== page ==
'Central Bank policy drove current account deficit up'

ISTANBUL- Hurriyet Daily news | 7/12/2011 12:00:00 AM |

Higher rates of required reserves have caused Turkey’s current account deficit to widen, Economy Minister Zafer Çağlayan says. Çağlayan, a strong critic of Central Bank policy during the former government, says he will soon meet with authorities of the Bank and the country’s banking regulator to discuss new policy

Turkey’s Central Bank’s “unorthodox policy” of hiking up reserve requirement rates has given way to a widening of the current account deficit rather than reduced the gap, the newly appointed Economy Minister Zafer Çağlayan told journalists in a meeting in Istanbul on Tuesday.

“When such measures are taken, one should think of their side effects as well,” Çağlayan said at a meeting with representatives of the Economy Journalists Association, or EGD.

Energy demand is increasing day by day, but private firms willing to provide energy production or distribution services are unable to find financing, due to the increase in reserve requirement rates, the minister said. Each $10-per-barrel increase in oil prices causes a negative effect of $4 billion in the country’s current account balance, he added.

“As the Central Bank hiked reserve requirements, domestic demand has been drawn forth, which [encouraged consumption and thus] increased imports,” Çağlayan said. The minister also said they would solve the current account deficit issue, and that they had already identified the reasons for the large gap.

Turkey’s current account deficit continued to widen in May, to a level of $7.75 billion, according to Central Bank data revealed Monday. The deficit, mostly caused by the country’s large trade gap, is the second biggest gap since records began in 1984, after the record 9.8 billion in March this year.

Minister Çağlayan said they expected the current account deficit would stabilize over the summer and start coming down in autumn.

Turkey will produce as many of the goods it is importing as it is capable of, Çağlayan said. The minister, however, recalled that they were unable to keep under control prices of goods like iron, steel, oil, aluminum, copper and cotton, which together make up a third of imports. Prices of such goods have increased 100 percent, the minister said.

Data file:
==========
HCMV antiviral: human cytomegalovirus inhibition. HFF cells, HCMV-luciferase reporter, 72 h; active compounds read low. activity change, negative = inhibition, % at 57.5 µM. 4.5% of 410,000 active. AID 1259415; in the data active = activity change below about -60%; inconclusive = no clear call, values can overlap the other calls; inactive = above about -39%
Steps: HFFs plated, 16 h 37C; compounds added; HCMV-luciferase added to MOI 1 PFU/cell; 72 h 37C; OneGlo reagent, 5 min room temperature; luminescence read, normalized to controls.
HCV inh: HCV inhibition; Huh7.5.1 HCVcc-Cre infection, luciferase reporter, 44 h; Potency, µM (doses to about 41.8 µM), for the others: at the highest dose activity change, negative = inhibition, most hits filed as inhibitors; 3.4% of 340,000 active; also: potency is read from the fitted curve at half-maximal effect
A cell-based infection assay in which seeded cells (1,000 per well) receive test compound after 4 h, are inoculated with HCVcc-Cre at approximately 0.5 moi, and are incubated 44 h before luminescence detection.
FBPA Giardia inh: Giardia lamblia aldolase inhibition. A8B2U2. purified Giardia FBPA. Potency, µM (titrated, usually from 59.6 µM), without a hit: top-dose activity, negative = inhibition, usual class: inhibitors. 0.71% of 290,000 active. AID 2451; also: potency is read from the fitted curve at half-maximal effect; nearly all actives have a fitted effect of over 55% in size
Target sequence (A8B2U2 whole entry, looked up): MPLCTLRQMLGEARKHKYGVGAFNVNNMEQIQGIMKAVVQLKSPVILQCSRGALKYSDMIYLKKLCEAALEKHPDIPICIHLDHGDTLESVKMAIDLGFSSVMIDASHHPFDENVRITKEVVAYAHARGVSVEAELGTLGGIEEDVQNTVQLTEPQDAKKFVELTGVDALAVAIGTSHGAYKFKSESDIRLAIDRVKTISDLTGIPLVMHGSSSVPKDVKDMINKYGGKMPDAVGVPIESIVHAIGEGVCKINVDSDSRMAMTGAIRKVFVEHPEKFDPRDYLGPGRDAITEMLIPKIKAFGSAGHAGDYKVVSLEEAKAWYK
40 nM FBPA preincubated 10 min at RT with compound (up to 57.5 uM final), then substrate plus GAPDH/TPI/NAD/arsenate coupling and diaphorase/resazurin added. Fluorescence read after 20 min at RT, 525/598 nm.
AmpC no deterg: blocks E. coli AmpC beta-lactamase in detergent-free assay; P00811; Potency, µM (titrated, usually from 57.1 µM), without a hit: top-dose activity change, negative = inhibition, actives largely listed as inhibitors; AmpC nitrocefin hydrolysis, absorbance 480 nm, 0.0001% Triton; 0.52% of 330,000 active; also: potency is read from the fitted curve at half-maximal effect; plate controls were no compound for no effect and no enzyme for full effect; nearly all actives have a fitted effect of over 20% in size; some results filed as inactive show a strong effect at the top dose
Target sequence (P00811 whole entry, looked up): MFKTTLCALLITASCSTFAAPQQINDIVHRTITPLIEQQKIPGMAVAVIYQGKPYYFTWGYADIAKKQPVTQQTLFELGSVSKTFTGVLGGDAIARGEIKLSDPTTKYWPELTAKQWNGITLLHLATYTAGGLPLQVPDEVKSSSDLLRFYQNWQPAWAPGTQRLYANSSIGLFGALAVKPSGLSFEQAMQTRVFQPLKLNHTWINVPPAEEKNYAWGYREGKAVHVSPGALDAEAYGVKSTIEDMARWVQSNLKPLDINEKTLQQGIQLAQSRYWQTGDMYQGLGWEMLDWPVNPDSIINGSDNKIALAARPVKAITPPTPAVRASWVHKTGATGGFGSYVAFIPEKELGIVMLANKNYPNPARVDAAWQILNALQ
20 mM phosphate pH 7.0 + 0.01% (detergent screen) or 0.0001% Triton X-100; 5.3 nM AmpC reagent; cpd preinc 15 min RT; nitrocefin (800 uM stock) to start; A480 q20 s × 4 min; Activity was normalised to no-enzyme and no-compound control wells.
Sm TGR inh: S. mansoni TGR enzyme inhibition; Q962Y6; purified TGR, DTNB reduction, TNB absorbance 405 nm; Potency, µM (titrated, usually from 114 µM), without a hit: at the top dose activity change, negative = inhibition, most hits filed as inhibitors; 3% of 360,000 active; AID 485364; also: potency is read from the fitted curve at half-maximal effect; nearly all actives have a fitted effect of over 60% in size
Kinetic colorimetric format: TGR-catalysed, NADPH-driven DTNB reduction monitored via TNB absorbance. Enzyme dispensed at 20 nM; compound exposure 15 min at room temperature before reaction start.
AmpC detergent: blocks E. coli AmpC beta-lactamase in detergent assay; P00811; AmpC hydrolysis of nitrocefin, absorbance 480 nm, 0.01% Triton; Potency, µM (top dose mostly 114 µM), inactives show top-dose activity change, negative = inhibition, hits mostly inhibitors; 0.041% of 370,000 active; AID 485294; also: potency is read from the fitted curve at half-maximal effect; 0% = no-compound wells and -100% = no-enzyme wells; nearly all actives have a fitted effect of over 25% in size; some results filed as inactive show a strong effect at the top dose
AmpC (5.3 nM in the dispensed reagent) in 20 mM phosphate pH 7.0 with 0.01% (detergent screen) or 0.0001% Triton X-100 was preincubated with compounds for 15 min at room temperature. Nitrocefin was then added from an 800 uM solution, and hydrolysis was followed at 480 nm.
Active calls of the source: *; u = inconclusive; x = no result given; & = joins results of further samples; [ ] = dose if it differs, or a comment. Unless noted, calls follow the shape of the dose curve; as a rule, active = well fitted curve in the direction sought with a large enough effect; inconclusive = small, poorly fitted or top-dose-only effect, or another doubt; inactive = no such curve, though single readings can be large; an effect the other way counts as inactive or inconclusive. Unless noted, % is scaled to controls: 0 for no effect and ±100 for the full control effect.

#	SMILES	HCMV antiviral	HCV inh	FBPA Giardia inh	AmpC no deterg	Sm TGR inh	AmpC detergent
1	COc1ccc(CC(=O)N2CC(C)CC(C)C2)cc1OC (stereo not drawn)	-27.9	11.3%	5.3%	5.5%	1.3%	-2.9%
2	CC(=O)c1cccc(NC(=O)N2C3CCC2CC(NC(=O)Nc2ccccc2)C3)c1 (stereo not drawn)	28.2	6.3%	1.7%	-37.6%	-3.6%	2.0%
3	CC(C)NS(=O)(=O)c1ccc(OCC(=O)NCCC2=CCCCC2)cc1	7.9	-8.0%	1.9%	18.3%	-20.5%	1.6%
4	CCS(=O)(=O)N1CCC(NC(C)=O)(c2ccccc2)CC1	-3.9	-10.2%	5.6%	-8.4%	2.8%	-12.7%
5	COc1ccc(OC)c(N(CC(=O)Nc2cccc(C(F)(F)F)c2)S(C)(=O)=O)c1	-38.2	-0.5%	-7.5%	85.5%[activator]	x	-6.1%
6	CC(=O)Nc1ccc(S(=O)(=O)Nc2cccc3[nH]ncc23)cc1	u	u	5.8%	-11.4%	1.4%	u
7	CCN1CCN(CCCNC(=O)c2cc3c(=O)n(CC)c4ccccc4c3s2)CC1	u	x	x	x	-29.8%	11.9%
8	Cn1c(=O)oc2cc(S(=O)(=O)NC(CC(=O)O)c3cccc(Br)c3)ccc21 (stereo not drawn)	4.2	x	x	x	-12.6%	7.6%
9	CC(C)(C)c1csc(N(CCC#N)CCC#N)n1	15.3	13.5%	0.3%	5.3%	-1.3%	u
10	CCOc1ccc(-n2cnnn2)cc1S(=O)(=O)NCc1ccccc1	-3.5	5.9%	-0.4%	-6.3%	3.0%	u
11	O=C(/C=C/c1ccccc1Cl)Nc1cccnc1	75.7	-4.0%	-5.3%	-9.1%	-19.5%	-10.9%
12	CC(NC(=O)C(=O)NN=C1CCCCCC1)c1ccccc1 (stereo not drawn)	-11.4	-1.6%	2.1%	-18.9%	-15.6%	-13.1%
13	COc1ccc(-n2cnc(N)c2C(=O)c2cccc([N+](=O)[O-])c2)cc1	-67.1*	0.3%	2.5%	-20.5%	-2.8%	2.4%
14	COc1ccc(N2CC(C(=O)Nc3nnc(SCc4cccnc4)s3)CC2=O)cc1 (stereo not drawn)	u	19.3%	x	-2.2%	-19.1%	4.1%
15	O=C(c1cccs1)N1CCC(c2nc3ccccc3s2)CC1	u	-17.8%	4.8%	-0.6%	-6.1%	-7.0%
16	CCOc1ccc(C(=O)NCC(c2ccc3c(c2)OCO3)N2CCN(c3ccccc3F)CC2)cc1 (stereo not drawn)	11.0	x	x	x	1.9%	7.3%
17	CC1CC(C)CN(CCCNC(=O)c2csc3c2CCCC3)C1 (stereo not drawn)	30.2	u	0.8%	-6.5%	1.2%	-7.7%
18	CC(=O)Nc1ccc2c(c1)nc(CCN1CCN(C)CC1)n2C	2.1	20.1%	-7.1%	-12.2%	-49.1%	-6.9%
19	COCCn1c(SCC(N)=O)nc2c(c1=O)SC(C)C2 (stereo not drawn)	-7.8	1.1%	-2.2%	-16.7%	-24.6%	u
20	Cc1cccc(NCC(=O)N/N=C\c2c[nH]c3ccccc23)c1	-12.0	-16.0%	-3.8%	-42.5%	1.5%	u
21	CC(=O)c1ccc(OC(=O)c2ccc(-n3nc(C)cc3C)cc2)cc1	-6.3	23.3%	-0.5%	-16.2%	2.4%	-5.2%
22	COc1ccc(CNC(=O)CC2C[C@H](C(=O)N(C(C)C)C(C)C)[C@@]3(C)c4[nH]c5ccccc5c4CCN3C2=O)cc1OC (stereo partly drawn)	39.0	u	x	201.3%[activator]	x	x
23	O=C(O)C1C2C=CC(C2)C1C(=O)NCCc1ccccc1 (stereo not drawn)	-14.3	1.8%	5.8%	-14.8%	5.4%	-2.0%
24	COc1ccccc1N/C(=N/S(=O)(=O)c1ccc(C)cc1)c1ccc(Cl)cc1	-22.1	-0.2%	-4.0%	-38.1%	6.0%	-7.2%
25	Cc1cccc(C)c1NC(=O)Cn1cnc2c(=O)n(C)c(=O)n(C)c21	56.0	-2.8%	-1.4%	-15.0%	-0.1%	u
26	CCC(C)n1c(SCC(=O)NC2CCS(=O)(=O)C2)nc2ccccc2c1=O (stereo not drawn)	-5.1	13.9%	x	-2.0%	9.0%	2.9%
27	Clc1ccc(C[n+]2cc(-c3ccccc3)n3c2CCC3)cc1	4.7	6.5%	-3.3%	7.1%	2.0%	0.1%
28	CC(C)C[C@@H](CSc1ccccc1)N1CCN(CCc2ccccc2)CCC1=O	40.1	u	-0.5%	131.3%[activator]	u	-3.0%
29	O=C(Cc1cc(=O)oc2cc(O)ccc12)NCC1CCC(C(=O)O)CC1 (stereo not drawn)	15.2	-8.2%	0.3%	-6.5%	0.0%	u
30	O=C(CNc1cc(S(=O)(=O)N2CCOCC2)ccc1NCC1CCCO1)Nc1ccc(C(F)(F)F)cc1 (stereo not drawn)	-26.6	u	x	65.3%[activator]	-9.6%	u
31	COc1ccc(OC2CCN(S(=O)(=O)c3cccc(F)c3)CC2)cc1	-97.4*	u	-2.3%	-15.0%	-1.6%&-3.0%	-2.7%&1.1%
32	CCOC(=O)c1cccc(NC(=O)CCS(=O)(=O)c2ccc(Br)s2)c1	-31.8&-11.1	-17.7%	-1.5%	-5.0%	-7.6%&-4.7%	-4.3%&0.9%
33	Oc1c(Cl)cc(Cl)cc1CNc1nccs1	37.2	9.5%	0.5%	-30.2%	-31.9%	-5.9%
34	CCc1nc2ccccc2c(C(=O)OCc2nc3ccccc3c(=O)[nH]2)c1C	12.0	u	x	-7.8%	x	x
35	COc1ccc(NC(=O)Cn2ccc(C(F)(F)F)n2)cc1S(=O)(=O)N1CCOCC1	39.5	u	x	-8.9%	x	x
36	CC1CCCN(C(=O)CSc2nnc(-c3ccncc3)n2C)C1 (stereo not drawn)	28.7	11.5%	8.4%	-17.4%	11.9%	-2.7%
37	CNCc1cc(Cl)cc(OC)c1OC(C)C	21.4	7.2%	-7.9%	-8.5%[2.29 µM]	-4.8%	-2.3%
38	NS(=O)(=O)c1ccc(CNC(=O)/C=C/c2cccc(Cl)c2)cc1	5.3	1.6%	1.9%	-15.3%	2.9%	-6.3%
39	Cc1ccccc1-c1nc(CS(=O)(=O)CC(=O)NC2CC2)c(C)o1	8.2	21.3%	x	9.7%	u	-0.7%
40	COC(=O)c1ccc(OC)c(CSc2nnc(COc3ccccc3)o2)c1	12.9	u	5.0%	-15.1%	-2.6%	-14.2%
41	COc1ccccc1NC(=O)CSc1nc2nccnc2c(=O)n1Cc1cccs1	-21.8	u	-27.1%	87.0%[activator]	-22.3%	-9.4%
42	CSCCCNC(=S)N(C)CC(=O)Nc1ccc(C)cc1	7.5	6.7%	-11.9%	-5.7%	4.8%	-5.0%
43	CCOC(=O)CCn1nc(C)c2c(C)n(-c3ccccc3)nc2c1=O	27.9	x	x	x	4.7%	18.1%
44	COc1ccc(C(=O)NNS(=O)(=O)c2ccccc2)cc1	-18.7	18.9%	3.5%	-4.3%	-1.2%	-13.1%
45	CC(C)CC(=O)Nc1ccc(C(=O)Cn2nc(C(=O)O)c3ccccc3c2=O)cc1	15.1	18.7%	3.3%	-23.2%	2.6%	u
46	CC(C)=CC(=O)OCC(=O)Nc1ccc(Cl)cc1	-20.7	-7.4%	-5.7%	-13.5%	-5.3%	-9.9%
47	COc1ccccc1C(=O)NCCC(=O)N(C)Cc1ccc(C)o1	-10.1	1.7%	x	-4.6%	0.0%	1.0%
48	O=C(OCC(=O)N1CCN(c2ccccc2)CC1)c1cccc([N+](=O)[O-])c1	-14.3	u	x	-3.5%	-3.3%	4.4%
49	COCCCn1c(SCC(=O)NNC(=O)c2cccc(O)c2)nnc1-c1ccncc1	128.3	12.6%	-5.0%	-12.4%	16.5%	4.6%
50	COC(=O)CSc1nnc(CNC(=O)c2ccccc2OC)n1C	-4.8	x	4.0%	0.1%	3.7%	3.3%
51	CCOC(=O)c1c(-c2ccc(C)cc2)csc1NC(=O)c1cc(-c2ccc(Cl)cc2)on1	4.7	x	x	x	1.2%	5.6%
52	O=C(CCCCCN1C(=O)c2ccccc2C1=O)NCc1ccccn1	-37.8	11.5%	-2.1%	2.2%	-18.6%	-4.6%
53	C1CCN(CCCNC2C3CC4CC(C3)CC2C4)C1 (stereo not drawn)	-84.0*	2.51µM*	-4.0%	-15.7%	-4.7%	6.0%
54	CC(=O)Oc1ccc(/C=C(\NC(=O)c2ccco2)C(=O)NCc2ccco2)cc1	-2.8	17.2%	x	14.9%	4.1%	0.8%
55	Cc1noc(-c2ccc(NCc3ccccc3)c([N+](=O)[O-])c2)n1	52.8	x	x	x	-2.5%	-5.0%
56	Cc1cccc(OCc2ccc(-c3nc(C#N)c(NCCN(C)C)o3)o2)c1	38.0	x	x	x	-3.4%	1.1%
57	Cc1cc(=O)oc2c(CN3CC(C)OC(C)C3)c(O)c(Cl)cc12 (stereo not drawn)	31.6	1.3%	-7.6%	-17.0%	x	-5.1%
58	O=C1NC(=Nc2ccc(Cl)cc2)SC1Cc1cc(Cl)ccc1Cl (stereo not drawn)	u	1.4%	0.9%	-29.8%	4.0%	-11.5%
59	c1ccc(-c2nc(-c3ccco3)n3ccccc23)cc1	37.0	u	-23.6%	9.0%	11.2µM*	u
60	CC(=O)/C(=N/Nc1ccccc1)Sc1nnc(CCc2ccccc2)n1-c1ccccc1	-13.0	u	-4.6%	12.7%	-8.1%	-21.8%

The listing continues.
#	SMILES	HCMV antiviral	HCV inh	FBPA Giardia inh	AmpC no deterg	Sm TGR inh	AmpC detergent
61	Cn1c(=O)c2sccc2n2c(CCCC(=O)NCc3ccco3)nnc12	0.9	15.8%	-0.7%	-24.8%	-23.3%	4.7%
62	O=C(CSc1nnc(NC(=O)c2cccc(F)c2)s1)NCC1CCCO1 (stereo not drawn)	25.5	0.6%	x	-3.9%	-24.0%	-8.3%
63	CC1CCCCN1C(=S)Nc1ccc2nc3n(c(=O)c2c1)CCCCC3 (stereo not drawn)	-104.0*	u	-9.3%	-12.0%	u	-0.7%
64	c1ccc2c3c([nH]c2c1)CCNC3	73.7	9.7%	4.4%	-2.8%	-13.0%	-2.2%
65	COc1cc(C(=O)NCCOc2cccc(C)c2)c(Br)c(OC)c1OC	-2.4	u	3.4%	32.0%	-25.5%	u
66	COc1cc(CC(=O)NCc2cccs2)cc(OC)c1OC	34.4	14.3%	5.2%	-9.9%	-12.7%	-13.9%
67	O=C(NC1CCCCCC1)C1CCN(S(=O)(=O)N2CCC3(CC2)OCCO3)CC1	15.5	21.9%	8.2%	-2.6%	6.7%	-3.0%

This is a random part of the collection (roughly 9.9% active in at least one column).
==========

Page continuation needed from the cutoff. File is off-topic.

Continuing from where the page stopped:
“[Turkey’s] import dependency resembles a drug addiction,” Çağlayan said.

“Turkey is the largest importer of iron-steel scrap,” he said, adding that some $9 billion worth of scrap was imported last year. “This counted for 20 percent of the current account deficit.”

The main factors for the current account deficit widening are the increase in domestic and foreign demand, the rise in prices, low foreign exchange rates and the continued vigor of consumer demand, Çağlayan said. He also said 128 countries in the world had problems with their current account deficit.

The deficit does not pose a risk for Turkey for the time being, according to Çağlayan. “There is no need to panic. There is no concern in financing the deficit.” He also said he would soon meet with the Central Bank and the Banking Regulation and Supervision Agency, or BRSA, to discuss these issues.

New incentives

The economy ministry has identified consumption trends in other countries, according to which the country’s exports strategy will be prepared, according to Çağlayan. He said they were preparing to introduce a new incentives system this year. “We will develop an incentive system that aims to decrease import dependence and to increase the economy’s real production.”

Çağlayan also said they expected an average growth rate of 7 percent by yearend.

The economy minister also touched upon comments by foreign media and rating agencies, such as The Economist, Moody’s and Financial Times, regarding the country’s current account deficit, about a week before the June 12th general elections. “These institutions’ aim is to disturb Turkey’s balances, to make it once more a borrowing country, and then suck its blood by hiking up interest rates.”



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